Supporting Friends and Family Who May Be in a Domestic Abuse Situation

When our loved ones are struggling and in pain, it can be very difficult to know what to do to help them. Seeing friends and family in an abusive relationship can be particularly challenging. We just “want to shake them” and have them see what we see and follow our advice. But coming on too strong with our opinions and advice can backfire on us, causing our loved ones to stop confiding in us.

Here are some ways you can support your loved one who may be in a domestic abuse situation:

Listen Without Judgement

Victims of abusive relationships have to navigate a lot of feelings and confusion. Many still feel love for their abuser, and that can be hard for us to understand. If we criticize their abuser they may become defensive. There may be many understandable reasons someone who is being abused is choosing to stay and it can feel confusing, sad, and lonely to face the reality of leaving. Refrain from advice and listen without judgment. Show empathy.

Believe Them

Do not question their experience. Their abuser likely creates a sense of doubt so that they question their own sense of reality. Listen with curiosity and validate their experience of the situation.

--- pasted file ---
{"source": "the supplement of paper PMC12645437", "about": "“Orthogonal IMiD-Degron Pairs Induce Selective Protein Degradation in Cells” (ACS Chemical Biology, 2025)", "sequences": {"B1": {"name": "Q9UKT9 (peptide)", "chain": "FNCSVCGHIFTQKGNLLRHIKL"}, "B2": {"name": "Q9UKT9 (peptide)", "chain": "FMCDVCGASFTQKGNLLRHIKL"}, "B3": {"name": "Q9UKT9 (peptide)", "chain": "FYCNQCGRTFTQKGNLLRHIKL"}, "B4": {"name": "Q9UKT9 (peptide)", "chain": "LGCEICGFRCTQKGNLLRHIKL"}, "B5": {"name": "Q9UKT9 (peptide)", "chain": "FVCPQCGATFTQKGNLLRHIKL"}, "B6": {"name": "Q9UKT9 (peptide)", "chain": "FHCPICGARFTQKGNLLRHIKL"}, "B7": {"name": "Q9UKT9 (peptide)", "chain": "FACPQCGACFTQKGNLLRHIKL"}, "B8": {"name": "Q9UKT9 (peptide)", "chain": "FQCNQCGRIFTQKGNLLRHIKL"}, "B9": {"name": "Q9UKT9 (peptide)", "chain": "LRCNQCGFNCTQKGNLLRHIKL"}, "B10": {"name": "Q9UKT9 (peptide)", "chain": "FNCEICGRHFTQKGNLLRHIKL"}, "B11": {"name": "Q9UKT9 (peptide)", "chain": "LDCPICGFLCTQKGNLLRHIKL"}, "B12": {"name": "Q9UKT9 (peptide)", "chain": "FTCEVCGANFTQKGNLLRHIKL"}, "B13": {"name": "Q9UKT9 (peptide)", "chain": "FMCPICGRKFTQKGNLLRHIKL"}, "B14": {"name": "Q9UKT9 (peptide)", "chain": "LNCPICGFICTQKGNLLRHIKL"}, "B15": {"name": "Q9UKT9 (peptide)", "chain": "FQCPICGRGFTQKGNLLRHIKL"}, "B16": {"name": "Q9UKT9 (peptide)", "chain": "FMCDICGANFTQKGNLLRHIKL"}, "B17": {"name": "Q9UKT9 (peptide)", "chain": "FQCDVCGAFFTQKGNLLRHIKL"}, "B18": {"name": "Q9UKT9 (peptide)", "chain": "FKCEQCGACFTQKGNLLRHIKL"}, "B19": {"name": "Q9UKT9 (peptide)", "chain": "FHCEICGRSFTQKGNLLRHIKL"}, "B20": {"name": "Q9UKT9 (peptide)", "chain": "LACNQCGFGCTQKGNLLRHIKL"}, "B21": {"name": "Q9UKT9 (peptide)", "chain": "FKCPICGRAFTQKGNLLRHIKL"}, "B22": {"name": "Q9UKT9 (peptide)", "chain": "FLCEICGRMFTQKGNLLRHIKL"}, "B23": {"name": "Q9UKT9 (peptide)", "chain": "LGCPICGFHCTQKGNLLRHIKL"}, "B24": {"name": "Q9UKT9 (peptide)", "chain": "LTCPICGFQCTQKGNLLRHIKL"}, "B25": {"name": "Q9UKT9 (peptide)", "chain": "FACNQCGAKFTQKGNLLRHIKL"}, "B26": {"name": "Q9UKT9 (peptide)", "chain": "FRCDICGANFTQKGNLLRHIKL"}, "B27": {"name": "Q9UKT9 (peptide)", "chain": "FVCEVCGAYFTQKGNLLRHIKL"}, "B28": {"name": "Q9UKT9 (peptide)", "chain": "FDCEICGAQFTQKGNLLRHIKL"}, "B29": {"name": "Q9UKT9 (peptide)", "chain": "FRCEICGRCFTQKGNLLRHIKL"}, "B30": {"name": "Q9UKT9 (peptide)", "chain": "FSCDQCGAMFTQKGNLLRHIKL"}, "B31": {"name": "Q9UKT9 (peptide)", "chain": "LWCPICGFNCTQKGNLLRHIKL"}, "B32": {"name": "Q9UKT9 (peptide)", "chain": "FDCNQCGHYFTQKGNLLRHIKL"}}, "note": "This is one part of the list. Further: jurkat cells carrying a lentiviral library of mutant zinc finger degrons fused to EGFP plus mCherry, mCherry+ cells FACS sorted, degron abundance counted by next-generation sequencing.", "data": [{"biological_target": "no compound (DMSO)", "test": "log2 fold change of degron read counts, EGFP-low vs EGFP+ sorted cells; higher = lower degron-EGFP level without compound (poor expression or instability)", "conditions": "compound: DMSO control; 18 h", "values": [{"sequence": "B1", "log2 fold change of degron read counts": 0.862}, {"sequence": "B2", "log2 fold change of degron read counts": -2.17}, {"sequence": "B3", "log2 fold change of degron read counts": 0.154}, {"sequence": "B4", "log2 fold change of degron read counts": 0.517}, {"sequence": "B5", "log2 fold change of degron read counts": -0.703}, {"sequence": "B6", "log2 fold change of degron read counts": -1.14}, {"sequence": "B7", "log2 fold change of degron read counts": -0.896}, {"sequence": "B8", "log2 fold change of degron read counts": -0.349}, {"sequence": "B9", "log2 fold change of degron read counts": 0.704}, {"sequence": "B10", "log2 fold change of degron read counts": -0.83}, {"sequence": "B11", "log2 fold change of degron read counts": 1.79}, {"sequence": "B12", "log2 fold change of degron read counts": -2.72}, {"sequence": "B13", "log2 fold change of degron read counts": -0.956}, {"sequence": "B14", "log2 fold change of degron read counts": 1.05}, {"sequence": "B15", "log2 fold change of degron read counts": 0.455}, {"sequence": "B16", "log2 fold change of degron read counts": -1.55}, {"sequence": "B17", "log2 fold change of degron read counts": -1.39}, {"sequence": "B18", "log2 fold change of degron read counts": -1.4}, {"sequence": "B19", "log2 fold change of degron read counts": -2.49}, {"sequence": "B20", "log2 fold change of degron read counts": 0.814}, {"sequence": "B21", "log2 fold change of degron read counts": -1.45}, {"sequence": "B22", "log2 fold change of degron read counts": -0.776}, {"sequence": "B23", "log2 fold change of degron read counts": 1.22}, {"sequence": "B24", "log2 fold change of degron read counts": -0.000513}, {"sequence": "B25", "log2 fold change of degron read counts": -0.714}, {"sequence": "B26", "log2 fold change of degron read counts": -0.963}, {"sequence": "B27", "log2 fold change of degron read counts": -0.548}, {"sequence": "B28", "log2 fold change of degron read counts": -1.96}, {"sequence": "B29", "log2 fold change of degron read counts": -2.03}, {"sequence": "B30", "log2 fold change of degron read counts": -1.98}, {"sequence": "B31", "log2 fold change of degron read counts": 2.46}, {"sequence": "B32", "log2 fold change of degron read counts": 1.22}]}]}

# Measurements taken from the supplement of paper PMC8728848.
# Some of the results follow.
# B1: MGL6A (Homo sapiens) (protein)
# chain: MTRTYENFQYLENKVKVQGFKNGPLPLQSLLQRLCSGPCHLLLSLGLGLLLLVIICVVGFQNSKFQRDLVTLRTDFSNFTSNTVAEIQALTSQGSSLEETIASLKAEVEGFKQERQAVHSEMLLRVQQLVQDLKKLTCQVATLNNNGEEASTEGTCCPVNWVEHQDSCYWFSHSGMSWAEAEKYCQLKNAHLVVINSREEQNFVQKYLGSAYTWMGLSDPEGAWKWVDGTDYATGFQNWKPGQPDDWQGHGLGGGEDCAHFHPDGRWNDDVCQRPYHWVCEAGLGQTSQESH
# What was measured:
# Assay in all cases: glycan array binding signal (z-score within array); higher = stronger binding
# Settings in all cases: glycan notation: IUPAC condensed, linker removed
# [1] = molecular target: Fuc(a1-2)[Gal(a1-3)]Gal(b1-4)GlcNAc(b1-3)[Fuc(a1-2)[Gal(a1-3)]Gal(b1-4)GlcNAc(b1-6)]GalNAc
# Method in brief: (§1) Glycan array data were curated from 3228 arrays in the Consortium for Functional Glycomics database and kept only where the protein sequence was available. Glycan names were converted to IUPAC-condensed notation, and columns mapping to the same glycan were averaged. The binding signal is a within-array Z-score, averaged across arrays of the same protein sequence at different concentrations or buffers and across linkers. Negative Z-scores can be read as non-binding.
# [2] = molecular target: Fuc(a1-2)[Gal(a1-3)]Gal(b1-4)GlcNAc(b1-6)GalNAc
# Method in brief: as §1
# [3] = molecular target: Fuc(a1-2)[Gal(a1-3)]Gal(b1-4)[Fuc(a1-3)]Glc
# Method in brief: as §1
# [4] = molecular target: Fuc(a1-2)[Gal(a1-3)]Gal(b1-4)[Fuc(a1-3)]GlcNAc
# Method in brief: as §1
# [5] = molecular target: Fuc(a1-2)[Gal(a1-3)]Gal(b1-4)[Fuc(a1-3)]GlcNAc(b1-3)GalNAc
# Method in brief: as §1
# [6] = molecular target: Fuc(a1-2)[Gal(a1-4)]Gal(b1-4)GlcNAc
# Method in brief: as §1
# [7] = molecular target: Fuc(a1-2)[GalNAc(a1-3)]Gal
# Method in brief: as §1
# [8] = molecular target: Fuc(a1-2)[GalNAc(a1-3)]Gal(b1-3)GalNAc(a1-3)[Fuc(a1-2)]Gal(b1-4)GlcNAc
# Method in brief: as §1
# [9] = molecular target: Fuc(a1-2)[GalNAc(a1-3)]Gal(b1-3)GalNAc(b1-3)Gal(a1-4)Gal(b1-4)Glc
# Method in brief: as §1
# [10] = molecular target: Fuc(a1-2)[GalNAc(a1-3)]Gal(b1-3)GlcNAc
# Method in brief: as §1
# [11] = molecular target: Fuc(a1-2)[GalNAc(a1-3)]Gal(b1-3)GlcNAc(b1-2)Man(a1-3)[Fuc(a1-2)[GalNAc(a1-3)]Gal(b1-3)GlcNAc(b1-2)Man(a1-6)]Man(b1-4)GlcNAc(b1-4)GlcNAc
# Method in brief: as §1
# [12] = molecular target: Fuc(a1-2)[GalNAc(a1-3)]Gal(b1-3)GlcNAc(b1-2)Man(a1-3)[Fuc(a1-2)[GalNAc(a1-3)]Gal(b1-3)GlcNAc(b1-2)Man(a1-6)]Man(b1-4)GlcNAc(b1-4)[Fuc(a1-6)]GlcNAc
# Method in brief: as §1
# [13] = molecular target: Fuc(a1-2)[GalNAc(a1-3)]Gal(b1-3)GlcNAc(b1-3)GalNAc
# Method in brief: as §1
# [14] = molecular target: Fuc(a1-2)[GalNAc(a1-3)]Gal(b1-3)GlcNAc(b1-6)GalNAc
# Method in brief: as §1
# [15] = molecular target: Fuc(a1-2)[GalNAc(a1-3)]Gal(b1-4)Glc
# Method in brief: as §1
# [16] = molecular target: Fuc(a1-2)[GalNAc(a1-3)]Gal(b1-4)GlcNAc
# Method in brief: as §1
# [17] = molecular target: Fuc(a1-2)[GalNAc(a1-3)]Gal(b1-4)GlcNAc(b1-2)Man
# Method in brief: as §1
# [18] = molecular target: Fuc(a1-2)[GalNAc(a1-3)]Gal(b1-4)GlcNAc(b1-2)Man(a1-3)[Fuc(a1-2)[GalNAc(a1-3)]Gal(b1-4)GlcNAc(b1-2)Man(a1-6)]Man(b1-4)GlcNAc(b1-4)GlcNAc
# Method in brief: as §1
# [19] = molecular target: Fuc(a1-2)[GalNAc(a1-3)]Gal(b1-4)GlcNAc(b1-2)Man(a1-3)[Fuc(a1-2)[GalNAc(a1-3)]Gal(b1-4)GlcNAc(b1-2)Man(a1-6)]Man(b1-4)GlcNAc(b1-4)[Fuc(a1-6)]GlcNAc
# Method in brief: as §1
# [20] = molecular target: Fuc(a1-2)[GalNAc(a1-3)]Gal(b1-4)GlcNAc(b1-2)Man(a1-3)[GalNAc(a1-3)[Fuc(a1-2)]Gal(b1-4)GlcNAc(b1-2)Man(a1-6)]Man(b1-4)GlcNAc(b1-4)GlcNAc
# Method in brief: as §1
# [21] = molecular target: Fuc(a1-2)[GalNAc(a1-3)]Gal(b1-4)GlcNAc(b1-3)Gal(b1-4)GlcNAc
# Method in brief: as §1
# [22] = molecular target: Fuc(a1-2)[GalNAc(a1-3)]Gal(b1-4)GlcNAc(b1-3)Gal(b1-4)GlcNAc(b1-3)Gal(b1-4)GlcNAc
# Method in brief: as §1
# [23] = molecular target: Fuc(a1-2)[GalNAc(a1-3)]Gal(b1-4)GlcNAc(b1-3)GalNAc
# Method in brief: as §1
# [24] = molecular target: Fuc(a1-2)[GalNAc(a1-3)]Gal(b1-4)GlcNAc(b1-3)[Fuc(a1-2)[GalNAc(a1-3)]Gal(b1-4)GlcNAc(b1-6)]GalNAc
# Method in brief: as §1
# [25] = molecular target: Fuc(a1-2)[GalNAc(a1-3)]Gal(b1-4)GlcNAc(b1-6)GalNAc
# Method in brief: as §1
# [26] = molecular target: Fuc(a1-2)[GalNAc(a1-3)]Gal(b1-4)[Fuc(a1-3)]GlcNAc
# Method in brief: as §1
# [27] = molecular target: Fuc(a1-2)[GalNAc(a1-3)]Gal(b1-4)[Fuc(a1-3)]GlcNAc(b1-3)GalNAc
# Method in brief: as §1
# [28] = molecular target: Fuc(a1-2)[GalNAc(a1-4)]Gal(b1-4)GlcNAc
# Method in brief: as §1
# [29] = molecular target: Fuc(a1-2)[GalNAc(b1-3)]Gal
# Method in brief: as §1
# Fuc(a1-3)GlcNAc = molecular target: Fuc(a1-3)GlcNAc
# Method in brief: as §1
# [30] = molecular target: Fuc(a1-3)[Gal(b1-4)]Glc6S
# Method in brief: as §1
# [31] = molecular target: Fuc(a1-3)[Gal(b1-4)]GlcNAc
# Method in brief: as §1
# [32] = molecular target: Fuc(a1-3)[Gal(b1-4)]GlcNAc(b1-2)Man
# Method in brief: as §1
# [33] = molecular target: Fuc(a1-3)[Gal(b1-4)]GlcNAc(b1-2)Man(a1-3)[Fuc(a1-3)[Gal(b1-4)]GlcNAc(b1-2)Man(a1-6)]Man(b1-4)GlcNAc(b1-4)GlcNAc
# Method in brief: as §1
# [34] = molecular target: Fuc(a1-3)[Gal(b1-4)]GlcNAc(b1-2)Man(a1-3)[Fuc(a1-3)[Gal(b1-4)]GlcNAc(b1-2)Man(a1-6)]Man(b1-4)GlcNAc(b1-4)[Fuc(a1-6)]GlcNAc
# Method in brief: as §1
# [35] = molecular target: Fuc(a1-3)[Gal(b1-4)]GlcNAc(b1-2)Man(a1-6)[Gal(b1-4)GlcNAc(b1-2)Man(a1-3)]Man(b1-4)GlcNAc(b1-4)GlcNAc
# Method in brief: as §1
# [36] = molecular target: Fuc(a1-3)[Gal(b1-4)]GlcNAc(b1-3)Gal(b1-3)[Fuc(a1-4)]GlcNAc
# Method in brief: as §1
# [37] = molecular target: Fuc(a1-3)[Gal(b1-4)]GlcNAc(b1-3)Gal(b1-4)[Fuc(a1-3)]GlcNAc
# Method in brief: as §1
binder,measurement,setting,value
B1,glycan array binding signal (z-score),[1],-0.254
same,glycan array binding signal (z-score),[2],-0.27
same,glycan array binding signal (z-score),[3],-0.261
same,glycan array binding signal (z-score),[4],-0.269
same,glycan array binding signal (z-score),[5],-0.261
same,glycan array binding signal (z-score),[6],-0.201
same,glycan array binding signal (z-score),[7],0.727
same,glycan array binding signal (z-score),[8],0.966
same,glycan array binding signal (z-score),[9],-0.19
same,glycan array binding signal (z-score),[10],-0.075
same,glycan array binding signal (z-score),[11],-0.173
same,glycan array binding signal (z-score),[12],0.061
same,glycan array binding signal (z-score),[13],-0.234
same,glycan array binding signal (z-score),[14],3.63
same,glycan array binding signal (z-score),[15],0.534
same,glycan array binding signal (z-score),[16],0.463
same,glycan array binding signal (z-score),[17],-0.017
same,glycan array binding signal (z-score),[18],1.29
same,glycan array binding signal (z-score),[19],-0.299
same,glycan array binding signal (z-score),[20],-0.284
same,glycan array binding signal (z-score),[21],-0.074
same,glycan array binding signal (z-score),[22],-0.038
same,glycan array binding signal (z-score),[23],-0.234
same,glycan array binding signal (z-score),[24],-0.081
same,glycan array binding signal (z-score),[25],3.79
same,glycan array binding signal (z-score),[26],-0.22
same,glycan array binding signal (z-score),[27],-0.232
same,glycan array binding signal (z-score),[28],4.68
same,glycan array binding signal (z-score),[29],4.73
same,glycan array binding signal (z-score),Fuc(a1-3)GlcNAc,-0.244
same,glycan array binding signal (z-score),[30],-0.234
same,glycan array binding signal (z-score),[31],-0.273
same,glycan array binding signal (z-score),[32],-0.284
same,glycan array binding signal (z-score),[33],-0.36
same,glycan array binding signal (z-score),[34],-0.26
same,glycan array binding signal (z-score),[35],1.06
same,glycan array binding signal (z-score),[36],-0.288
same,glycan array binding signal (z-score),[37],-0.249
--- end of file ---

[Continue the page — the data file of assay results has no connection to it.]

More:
Reassure Them

Your loved one needs to be reassured that the abuse was not their fault. They also need to know that they are not alone, that they have a support network of people who love and care about them very much.

Never Pressure to Leave

While it is tempting and understandable to encourage your loved one to leave an abusive relationship, there are many valid reasons that make leaving not an easy, or even safe, choice. It is crucial to have a safety plan in place before leaving an abusive relationship.

Encourage Professional Guidance

Your loved one will greatly benefit from talking to someone who can guide them through their complex emotions. Importantly, a professional can also help them create a safety plan. Look for a local domestic violence agency that offers counseling and support groups. Offer to go with them if it will help them take that first step.

I specialize in helping domestic abuse survivors navigate their trauma and find themselves again. If you’d like to contact me, I’d be happy to discuss how I can help.

And if you or someone you love is in immediate jeopardy, call the National Domestic Violence Hotline at (800)799-7233. 


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